their struggle as one against oppression.
Also, a large number of such groups tend to use the online space for
critical activities such as intelligence gathering, fundraising,
recruiting, planning attacks, communicating with dormant cells, training
and sharing information on planning strategies, bomb-making,
In fact, the Internet and the anonymity and privacy it offers was
instrumental in planning and executing the September 11, 2001, attacks,
and groups like al-Qaida and Hezbollah have hailed the utility of
encrypted messages in assisting them in their cause.
Beyond this lies the alarming threat of compound attacks, i.e.,
cyberattacks that supplement a physical attack, either by states or by
For instance, imagine a large-scale or even an isolated physical attack,
which is then backed by a cyberattack that cripples the critical
infrastructure such as transportation, water or even emergency services.
Examined from this perspective, the influence and impact of
cyberterrorism cannot be ignored and governments and international
institutions need to develop viable defensive and offensive mechanisms
to deal with this threat.
Effective cyber security requires that governments identify areas of
critical significance and devote funding and other resources for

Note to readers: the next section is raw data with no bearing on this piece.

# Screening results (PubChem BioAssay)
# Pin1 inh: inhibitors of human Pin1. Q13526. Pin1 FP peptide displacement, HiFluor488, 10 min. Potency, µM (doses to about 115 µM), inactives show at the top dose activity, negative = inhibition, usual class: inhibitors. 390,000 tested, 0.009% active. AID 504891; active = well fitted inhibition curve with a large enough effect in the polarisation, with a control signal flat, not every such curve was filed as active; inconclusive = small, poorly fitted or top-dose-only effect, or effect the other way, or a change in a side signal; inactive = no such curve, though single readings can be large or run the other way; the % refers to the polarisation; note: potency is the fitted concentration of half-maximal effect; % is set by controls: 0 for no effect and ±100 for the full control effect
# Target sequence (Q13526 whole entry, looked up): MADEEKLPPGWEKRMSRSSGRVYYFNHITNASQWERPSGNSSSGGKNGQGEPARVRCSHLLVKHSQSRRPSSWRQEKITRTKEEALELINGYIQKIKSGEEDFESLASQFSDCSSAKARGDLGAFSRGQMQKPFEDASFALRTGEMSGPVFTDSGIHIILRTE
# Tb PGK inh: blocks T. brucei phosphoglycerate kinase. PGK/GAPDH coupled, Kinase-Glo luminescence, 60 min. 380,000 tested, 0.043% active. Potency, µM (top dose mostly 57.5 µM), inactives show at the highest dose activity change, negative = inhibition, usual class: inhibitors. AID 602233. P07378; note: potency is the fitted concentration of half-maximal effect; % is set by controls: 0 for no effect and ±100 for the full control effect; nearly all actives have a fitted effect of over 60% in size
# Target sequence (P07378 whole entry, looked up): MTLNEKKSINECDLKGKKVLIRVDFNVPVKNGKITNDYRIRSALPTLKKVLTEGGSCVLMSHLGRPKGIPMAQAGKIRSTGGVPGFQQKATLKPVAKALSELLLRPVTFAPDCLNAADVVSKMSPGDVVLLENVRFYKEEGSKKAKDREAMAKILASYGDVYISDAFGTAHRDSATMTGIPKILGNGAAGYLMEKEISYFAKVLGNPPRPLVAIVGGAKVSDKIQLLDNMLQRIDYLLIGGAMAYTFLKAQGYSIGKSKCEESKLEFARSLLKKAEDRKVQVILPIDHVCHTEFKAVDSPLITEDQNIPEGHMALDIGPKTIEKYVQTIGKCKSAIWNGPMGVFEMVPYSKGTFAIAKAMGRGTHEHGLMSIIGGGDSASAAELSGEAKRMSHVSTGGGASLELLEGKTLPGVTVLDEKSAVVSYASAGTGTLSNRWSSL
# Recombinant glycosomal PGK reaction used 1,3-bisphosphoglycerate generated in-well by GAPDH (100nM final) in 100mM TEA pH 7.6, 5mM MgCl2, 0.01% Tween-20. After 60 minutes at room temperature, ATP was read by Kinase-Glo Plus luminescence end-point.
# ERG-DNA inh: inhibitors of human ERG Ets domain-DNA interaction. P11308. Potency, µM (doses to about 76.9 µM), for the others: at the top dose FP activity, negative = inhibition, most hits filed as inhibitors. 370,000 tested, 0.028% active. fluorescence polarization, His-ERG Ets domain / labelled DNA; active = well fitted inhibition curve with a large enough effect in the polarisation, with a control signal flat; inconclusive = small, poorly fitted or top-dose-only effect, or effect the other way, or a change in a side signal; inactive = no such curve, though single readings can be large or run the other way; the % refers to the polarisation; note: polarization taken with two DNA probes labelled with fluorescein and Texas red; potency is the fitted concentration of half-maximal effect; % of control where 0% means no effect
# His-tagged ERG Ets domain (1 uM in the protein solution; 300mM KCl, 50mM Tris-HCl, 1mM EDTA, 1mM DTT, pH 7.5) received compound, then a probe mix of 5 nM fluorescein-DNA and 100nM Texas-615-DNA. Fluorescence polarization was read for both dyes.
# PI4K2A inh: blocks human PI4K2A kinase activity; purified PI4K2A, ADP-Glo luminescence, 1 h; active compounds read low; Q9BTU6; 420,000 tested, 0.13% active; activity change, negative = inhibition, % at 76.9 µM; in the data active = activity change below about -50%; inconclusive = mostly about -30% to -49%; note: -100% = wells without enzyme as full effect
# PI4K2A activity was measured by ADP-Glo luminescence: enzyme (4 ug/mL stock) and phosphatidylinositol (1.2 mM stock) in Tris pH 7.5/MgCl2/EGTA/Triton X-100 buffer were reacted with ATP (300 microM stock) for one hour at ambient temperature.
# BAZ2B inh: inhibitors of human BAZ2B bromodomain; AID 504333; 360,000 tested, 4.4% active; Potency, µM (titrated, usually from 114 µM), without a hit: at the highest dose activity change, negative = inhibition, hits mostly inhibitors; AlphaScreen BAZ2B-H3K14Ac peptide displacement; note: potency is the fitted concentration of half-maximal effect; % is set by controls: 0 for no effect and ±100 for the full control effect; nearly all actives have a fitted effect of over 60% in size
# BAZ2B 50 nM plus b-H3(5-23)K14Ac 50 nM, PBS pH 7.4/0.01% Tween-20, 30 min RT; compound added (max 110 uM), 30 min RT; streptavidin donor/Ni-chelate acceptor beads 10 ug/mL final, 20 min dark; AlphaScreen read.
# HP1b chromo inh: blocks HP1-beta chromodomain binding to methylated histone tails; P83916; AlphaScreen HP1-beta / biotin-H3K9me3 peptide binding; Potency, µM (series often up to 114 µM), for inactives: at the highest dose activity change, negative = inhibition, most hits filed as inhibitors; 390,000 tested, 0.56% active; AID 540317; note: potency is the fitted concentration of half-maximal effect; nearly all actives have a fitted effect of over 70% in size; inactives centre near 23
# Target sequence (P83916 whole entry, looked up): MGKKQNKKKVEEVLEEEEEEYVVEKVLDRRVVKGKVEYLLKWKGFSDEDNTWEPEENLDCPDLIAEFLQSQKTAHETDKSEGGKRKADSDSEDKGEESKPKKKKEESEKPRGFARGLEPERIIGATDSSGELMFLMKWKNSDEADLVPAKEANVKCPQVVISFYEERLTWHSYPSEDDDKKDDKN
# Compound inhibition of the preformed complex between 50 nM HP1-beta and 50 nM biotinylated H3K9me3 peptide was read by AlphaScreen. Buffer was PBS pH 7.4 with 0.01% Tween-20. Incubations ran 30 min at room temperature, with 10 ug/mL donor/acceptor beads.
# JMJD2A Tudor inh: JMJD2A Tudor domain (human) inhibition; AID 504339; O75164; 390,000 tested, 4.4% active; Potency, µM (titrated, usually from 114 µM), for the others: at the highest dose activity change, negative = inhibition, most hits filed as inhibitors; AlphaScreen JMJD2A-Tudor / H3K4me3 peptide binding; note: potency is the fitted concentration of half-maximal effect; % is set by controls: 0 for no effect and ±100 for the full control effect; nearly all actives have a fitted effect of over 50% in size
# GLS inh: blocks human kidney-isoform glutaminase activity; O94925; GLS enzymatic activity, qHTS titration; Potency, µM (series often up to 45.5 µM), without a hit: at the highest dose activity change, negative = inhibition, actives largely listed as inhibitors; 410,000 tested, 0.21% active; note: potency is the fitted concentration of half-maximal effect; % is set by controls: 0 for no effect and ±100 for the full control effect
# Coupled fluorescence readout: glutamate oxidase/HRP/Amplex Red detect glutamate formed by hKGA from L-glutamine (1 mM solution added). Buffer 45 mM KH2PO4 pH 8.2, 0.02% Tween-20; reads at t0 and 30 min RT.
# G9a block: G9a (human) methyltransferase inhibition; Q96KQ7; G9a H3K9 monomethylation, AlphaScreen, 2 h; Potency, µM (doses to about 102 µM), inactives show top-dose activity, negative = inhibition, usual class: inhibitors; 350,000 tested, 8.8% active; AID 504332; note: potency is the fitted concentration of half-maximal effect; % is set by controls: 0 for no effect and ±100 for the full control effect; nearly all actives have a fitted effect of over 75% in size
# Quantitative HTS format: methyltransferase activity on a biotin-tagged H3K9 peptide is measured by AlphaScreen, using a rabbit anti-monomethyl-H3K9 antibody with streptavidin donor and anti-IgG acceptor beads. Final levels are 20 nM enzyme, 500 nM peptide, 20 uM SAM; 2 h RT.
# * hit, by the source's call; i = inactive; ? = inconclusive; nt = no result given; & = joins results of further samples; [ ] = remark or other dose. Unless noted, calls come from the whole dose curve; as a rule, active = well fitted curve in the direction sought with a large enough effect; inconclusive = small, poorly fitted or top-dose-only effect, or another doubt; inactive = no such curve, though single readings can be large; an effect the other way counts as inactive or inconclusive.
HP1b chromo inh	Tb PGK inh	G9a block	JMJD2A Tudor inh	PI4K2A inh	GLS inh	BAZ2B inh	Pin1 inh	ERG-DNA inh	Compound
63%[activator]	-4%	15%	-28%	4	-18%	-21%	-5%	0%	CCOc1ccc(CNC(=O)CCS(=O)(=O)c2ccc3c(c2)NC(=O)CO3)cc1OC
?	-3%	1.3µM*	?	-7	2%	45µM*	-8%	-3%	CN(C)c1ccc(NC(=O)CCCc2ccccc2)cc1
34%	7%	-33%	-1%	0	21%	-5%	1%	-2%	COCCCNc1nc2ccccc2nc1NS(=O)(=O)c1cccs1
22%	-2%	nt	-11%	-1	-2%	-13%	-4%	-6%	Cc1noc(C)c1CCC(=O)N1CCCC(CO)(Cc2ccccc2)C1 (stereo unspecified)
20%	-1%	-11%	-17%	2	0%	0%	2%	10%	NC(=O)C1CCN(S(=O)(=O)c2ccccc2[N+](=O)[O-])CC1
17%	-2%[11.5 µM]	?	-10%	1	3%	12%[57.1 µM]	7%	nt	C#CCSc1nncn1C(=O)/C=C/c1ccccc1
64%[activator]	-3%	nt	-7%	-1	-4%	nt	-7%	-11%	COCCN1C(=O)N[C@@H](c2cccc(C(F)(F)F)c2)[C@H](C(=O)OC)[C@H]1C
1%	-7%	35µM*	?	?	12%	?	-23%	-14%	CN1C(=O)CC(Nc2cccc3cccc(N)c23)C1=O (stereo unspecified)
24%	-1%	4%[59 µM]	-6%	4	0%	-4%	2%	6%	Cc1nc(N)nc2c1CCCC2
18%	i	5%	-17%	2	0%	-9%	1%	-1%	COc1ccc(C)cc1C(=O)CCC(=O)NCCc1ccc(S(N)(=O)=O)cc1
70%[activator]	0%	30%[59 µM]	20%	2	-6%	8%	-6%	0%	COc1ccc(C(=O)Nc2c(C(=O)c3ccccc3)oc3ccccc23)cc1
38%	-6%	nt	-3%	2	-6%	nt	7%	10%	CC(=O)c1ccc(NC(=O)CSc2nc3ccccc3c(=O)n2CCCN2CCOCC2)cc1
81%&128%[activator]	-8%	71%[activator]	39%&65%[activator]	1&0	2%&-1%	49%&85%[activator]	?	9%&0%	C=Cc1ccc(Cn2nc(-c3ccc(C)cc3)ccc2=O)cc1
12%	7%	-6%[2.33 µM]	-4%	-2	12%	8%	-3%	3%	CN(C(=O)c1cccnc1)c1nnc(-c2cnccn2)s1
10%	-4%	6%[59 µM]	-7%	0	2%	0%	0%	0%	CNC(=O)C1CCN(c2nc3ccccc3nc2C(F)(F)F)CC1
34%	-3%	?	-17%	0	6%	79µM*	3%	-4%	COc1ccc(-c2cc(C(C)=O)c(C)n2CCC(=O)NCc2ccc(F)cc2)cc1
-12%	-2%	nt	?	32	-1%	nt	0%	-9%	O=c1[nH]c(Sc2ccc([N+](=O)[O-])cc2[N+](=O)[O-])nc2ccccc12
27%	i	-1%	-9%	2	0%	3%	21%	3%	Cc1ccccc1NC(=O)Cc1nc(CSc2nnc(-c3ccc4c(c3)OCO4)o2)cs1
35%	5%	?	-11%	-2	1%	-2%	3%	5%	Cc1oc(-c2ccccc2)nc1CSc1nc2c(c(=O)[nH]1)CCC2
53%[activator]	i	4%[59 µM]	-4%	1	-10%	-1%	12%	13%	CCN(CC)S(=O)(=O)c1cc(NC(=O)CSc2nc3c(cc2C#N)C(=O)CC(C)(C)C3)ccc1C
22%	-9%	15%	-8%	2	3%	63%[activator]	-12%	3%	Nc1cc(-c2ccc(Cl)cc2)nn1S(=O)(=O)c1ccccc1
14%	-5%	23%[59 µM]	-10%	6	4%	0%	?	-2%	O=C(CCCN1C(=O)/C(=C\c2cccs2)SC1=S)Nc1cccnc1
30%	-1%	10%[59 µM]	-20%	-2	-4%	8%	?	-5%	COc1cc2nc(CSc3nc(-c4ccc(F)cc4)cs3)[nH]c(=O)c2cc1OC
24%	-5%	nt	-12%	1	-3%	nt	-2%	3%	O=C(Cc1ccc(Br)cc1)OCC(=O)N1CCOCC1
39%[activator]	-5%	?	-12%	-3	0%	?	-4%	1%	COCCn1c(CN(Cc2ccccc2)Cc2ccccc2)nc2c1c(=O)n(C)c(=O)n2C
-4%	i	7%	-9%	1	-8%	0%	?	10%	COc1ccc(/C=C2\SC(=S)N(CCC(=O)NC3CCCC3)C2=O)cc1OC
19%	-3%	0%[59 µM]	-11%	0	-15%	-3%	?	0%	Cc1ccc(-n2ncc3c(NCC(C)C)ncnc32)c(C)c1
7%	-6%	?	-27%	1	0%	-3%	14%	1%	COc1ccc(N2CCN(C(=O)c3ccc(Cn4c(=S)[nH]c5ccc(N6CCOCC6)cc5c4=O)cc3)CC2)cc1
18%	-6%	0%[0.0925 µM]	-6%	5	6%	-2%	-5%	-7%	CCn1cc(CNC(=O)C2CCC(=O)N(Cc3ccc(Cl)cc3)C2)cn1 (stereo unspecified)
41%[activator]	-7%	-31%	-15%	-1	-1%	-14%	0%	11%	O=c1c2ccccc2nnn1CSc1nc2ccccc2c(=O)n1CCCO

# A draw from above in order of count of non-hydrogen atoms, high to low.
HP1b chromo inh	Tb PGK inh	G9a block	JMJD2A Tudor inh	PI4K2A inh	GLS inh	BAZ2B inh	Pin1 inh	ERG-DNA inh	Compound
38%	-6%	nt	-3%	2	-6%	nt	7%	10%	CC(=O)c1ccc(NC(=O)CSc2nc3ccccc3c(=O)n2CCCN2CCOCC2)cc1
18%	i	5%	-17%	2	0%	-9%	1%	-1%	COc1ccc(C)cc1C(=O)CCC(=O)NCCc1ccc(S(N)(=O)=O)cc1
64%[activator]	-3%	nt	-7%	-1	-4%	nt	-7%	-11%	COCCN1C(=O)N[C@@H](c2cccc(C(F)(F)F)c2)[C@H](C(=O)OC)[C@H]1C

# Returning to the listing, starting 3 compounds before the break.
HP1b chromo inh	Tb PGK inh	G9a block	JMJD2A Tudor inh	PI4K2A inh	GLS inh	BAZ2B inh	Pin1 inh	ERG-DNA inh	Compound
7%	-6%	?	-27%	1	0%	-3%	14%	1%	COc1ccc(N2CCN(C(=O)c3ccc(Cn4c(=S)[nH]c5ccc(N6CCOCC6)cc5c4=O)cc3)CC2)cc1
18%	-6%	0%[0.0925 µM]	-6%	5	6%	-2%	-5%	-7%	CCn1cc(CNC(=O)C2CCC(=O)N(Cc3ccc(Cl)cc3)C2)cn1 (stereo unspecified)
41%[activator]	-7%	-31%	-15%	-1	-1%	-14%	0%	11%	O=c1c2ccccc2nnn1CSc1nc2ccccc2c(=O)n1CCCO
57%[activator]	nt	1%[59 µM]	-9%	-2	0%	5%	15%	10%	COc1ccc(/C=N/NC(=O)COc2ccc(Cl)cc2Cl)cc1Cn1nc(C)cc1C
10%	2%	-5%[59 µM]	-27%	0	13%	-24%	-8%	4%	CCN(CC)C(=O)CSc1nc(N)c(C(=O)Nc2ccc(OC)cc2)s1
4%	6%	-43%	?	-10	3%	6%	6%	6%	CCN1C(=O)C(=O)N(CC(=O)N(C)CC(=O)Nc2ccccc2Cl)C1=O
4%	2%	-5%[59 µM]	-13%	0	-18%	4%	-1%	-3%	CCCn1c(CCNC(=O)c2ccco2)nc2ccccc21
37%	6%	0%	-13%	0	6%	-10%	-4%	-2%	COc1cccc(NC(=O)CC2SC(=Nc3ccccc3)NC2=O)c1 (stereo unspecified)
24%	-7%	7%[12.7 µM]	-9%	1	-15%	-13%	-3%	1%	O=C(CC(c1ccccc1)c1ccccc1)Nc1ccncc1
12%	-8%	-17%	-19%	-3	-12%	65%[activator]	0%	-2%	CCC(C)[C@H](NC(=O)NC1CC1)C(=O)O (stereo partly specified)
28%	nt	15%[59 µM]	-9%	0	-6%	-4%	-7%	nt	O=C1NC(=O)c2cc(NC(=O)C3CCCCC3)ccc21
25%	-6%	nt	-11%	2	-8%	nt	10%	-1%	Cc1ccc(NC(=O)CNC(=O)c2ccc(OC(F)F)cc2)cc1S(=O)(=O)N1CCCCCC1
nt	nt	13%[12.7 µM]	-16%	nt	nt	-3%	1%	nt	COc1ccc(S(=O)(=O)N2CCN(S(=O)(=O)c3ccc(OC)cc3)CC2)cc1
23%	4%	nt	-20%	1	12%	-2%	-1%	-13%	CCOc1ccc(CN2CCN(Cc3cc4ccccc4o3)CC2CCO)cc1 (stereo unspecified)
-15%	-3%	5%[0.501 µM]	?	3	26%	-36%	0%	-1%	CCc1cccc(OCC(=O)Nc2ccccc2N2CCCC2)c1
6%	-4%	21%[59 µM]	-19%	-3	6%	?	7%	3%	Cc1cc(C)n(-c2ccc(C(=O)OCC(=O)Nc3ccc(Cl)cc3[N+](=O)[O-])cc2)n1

research purposes aimed at fortifying their systems against any attack.
Moreover, considering that in most countries a number of services and
computer networks are under private management, effective public-private
partnership is a must.
Also, intelligence gathering, monitoring of cyberspace and the
activities of terror groups and formulating effective legal instruments
and multilateral agreements to regulate cyberspace are key to any
But, in doing so, it is imperative that governments consistently ensure
that the democratic benefits that the Internet revolution has offered
are not undermined.
Primacy of the state
In the final analysis, however, the real challenge that the information
revolution poses to international affairs is the manner in which it is
impacting the power and role of the state.
While the change that was initiated by the advent of the Internet has
required for states to adapt, the Westphalian structure seems more than
capable to adjust and flourish.
In fact, as highlighted in a number of examples above, states have
identified the changing conceptualization of power and begun to harness
the abilities of the empowered non-state actors to further their
In effect, information and technology power is being used to further
strengthen the conventional might of the state; clearly cyberpolitik is
merely a novel tool in the very, very old and enduring game of